Trump will back laws restricting Chinese investment in US tech, says report

Congress is updating existing laws to limit foreign investment.

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President Donald Trump reportedly won't use executive action to limit Chinese investment in US tech companies.

Mandel Ngan / AFP/Getty Images

The Trump administration will reportedly rely on updated laws to restrict Chinese investment in US tech firms rather than taking executive action.

Using existing laws, which are being updated by Congress,"is the best approach to protect U.S. technology," a senior administration official said Wednesday, according to The Wall Street Journal.

This follows a Sunday report that the Treasury Department will limit China's investment in US companies with "industrially significant technology," an official said.

On Monday, however, the Trump administration said the restriction won't be specific to just China. Treasury Secretary Steven Mnuchin said in a tweet that investment restrictions will apply to China and other countries that threaten US intellectual property rights on technology.

"Statement will be out not specific to China, but to all countries that are trying to steal our technology," Mnuchin tweeted.

The official announcement will reportedly be made by the end of the month. It's the latest move in escalating trade tensions between the US and China.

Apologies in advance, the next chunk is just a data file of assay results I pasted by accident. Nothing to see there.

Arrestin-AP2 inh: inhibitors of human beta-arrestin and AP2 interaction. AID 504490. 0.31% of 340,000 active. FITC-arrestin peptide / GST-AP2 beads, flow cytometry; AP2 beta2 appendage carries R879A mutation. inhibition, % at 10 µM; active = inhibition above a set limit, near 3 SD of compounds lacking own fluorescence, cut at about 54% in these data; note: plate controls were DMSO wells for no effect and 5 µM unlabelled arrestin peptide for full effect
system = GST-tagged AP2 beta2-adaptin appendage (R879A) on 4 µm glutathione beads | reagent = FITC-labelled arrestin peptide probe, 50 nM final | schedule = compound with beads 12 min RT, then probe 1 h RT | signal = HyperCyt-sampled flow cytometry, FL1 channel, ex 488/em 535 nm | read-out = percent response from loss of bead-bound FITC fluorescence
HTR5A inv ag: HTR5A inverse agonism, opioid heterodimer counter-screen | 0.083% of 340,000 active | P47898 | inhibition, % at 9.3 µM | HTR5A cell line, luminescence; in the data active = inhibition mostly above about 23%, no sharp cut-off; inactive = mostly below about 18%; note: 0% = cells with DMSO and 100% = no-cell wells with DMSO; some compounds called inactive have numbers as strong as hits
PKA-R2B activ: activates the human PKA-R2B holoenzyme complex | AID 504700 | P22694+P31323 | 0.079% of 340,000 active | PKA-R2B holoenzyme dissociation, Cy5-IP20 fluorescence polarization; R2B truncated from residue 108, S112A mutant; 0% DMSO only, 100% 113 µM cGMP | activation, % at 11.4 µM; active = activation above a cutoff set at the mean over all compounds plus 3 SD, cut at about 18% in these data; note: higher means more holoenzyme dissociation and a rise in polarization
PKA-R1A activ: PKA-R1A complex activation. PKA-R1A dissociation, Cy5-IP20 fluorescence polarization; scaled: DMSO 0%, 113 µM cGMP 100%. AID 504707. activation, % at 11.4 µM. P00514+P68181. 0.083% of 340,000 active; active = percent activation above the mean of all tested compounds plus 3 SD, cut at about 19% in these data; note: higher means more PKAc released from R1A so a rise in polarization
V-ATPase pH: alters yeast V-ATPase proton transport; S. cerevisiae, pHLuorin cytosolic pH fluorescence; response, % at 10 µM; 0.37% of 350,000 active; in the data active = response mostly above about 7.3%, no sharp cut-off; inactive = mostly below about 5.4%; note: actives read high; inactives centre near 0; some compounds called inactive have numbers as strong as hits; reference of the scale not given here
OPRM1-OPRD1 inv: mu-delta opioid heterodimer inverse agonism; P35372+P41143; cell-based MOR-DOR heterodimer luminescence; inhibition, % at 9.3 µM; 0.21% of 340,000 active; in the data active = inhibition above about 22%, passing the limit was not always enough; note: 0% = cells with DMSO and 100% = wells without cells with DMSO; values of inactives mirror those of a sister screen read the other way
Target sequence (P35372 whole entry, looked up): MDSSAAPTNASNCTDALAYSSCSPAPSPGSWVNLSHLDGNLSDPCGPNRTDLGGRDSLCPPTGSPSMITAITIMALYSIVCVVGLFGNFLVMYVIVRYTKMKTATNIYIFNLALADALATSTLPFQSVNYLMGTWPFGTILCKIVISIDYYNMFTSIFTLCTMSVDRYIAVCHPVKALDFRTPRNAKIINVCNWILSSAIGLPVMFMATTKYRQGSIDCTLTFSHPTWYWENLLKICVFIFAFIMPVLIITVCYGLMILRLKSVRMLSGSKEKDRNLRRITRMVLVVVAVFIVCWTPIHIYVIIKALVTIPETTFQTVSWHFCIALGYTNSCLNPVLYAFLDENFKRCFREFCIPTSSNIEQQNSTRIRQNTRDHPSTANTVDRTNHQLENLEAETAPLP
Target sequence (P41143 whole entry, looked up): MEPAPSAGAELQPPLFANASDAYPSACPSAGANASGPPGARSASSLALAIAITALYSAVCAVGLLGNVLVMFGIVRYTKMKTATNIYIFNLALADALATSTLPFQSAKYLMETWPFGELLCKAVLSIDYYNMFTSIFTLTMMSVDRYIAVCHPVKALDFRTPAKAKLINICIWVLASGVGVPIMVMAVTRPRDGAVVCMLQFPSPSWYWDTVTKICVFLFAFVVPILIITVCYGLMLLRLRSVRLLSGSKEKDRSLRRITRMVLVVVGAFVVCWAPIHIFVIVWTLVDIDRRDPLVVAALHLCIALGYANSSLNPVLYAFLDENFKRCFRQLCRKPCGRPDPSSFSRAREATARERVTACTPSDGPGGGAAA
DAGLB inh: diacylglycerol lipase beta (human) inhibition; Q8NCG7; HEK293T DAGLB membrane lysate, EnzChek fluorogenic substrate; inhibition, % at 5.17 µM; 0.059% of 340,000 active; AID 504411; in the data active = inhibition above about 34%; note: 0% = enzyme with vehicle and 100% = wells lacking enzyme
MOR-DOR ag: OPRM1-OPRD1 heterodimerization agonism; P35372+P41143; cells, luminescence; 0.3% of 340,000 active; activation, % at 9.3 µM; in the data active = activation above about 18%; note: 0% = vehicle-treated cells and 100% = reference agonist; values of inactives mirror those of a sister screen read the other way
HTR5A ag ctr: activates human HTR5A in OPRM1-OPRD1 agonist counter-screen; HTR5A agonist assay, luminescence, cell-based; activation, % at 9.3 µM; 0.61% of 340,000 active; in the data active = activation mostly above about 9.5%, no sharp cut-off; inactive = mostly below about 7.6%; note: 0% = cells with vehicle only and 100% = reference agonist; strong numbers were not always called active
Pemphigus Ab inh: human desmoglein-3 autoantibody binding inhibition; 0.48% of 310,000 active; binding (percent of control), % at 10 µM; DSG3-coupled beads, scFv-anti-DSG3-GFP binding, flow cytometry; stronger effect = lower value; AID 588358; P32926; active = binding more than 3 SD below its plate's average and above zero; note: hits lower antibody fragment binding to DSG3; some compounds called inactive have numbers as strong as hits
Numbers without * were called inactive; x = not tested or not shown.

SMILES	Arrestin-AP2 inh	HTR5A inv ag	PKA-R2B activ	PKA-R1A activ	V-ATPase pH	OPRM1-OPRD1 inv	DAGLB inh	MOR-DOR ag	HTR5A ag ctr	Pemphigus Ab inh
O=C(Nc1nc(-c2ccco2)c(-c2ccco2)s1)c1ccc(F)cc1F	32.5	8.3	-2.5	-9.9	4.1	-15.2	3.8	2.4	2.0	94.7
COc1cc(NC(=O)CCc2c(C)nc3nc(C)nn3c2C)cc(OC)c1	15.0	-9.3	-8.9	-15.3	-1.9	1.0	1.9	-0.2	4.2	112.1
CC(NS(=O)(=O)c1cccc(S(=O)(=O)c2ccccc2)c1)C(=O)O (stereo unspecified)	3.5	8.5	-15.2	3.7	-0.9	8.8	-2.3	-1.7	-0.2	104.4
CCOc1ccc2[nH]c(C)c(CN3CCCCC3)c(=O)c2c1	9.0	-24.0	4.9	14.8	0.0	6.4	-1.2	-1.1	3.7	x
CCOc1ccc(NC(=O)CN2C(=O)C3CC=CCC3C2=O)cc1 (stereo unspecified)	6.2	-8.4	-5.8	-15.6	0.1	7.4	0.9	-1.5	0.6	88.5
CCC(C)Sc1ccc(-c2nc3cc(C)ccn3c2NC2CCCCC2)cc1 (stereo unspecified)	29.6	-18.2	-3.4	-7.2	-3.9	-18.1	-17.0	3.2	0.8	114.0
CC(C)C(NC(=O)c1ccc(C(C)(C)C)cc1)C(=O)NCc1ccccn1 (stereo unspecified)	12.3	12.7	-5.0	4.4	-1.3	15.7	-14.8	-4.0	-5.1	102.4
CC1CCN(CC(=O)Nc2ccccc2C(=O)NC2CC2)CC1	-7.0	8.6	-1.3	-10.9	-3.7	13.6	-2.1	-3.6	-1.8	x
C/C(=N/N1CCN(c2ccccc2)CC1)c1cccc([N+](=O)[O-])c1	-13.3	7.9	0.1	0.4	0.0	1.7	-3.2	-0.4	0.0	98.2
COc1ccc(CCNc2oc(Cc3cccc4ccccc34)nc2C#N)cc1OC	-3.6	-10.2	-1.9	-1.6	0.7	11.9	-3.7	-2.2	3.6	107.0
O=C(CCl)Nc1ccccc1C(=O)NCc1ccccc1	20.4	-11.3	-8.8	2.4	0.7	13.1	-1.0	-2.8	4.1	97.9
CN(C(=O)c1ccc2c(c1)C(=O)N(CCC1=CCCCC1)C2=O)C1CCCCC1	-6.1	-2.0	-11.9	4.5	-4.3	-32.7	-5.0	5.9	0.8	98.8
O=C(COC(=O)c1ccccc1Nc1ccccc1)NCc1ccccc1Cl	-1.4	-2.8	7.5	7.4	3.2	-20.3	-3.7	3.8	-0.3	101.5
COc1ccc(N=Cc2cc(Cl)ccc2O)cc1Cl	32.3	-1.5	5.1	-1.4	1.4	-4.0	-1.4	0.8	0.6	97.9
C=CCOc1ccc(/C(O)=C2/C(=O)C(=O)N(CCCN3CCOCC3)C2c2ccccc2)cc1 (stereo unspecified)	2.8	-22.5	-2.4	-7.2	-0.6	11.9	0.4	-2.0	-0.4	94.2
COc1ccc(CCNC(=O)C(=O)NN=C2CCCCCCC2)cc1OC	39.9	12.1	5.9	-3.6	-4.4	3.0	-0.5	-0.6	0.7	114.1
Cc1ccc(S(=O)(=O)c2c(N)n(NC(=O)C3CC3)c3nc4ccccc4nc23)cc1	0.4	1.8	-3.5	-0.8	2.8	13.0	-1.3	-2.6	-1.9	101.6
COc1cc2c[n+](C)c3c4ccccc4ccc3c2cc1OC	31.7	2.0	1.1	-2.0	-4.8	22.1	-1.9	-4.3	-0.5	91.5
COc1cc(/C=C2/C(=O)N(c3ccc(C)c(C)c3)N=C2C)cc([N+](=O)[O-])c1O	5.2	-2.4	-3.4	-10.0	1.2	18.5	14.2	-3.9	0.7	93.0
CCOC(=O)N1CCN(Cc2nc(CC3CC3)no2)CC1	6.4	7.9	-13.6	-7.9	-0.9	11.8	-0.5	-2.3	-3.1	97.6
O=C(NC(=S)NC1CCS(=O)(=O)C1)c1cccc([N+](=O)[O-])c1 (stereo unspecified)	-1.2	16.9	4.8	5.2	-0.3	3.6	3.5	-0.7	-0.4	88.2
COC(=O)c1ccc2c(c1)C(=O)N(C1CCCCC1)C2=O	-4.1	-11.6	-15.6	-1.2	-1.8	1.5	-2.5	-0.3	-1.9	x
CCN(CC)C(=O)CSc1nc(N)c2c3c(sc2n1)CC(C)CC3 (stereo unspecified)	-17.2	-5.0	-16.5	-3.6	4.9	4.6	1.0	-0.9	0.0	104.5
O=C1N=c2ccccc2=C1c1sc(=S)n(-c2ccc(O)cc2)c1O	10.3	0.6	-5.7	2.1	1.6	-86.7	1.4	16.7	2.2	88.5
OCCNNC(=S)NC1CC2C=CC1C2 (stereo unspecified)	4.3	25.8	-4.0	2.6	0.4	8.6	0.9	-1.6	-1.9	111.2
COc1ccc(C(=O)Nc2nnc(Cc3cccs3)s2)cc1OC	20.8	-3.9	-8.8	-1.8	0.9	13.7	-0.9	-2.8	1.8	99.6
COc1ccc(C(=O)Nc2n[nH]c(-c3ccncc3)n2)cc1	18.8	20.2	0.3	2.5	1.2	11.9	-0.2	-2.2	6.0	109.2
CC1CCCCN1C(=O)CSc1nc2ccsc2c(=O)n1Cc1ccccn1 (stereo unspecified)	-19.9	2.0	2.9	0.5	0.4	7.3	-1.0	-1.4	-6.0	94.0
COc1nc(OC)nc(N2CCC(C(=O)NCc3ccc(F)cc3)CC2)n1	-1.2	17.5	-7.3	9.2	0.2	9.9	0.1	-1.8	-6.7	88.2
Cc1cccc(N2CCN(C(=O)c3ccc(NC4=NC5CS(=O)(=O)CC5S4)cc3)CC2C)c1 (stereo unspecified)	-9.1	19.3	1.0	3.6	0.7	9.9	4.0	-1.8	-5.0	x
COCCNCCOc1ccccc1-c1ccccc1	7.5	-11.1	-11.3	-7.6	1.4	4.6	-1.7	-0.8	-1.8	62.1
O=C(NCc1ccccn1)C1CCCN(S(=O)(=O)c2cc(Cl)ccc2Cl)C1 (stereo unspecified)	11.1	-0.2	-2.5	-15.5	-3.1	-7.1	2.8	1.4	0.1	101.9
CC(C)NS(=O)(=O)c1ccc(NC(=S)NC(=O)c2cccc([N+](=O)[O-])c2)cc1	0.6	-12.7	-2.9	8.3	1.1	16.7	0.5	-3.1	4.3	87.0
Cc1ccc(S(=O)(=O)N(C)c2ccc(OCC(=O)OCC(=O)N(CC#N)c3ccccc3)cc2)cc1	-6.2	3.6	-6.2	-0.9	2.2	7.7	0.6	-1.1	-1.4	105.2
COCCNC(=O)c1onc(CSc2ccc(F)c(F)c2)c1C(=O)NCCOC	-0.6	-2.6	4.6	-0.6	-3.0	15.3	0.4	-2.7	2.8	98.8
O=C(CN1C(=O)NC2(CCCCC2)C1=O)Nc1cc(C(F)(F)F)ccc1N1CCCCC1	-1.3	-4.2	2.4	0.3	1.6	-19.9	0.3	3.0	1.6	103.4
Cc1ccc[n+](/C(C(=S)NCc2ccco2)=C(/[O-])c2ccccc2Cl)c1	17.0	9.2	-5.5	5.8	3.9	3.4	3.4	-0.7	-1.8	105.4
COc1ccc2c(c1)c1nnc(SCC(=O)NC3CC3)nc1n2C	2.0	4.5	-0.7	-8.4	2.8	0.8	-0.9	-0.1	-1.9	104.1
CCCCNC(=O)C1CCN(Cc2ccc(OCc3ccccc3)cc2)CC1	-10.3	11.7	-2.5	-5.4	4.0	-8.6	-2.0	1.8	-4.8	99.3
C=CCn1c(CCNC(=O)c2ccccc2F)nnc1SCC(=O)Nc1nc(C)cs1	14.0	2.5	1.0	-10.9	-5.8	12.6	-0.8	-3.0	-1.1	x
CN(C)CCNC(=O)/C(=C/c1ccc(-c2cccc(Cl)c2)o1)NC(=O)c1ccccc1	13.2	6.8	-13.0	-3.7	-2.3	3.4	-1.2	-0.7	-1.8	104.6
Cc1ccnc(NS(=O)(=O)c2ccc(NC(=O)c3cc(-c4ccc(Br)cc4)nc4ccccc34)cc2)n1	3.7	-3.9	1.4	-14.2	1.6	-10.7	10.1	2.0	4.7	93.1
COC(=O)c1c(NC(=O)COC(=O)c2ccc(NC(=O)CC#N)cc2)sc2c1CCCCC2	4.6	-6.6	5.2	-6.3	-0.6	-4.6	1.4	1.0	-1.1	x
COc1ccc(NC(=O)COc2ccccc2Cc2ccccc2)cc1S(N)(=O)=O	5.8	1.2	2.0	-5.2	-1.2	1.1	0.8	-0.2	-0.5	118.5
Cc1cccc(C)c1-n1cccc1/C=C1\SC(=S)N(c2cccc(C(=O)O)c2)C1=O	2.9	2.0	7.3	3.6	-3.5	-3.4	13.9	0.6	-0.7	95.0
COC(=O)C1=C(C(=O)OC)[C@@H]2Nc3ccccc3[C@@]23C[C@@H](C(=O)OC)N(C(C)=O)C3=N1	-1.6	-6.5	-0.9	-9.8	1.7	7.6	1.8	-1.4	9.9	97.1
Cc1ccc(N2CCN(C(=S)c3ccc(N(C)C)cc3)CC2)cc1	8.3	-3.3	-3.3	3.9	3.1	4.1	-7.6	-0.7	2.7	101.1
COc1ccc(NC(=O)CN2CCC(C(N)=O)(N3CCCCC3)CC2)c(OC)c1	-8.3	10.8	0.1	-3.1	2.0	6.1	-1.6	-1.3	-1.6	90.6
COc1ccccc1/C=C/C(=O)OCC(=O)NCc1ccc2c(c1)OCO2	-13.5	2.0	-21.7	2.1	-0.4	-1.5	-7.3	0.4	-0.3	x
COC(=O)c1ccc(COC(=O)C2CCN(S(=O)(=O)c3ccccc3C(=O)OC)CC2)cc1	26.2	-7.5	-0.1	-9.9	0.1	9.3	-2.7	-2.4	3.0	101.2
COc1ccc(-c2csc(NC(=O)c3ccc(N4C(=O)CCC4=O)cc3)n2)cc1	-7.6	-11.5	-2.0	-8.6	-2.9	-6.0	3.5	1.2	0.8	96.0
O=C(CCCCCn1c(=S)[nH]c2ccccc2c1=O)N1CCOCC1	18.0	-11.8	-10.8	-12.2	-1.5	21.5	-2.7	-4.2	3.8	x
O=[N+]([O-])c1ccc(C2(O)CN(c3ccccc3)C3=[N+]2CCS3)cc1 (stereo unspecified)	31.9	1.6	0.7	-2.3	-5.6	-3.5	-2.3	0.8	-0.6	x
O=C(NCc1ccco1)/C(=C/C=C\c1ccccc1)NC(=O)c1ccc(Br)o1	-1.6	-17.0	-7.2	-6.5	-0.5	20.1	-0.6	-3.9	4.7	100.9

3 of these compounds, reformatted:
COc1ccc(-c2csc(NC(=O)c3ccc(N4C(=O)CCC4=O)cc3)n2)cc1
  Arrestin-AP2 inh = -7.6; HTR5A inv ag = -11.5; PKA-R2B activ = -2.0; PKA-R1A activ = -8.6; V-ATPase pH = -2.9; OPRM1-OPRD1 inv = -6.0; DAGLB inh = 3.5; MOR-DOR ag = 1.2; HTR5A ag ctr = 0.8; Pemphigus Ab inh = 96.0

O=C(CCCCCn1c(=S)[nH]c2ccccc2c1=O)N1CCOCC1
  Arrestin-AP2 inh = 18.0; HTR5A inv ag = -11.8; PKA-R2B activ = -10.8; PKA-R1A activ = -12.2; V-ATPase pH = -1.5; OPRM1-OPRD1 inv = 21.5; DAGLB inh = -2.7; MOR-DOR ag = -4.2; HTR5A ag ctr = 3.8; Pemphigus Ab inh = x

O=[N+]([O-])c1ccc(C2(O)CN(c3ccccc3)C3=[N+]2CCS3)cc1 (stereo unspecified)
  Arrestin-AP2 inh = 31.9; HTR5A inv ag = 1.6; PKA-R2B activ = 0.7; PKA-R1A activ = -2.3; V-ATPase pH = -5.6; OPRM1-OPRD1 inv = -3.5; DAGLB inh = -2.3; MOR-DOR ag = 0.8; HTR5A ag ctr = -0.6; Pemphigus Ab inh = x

On Friday, the Office of the US Trade Representative said that $50 billion worth of Chinese goods with "industrially significant technologies" will be subject to 25 percent tariffs. However, the US government noted that it specifically excluded "goods commonly purchased by American consumers such as cellular telephones or televisions."

President Donald Trump also reportedly assured Apple CEO Tim Cook that the government wouldn't levy tariffs on iPhones either.

Much of the tension has been centered around ZTE . Last week, the US Senate voted to reinstate penalties against the Chinese telecom giant, rejecting Trump's efforts to allow it to resume business with US suppliers.

The Commerce Department issued a denial order that prevents American businesses from selling hardware or services to ZTE in April. The seven-year ban, which forced the company to shut down its "major operating activities," followed the government's determination that ZTE violated terms of a 2017 settlement by failing to fire employees involved with illegally shipping US equipment to Iran and North Korea.

The ban crippled the company and left it unlikely to survive -- until Trump tweeted that he wanted the Commerce Department to work on getting the ban lifted.

First published June 25, 6:59 a.m. PT.
Update, 6:37 a.m. PT: Adds that Trump won't employ executive action.
Update, 9:31 a.m. PT: Adds tweet from Treasury Secretary Steven Mnuchin.

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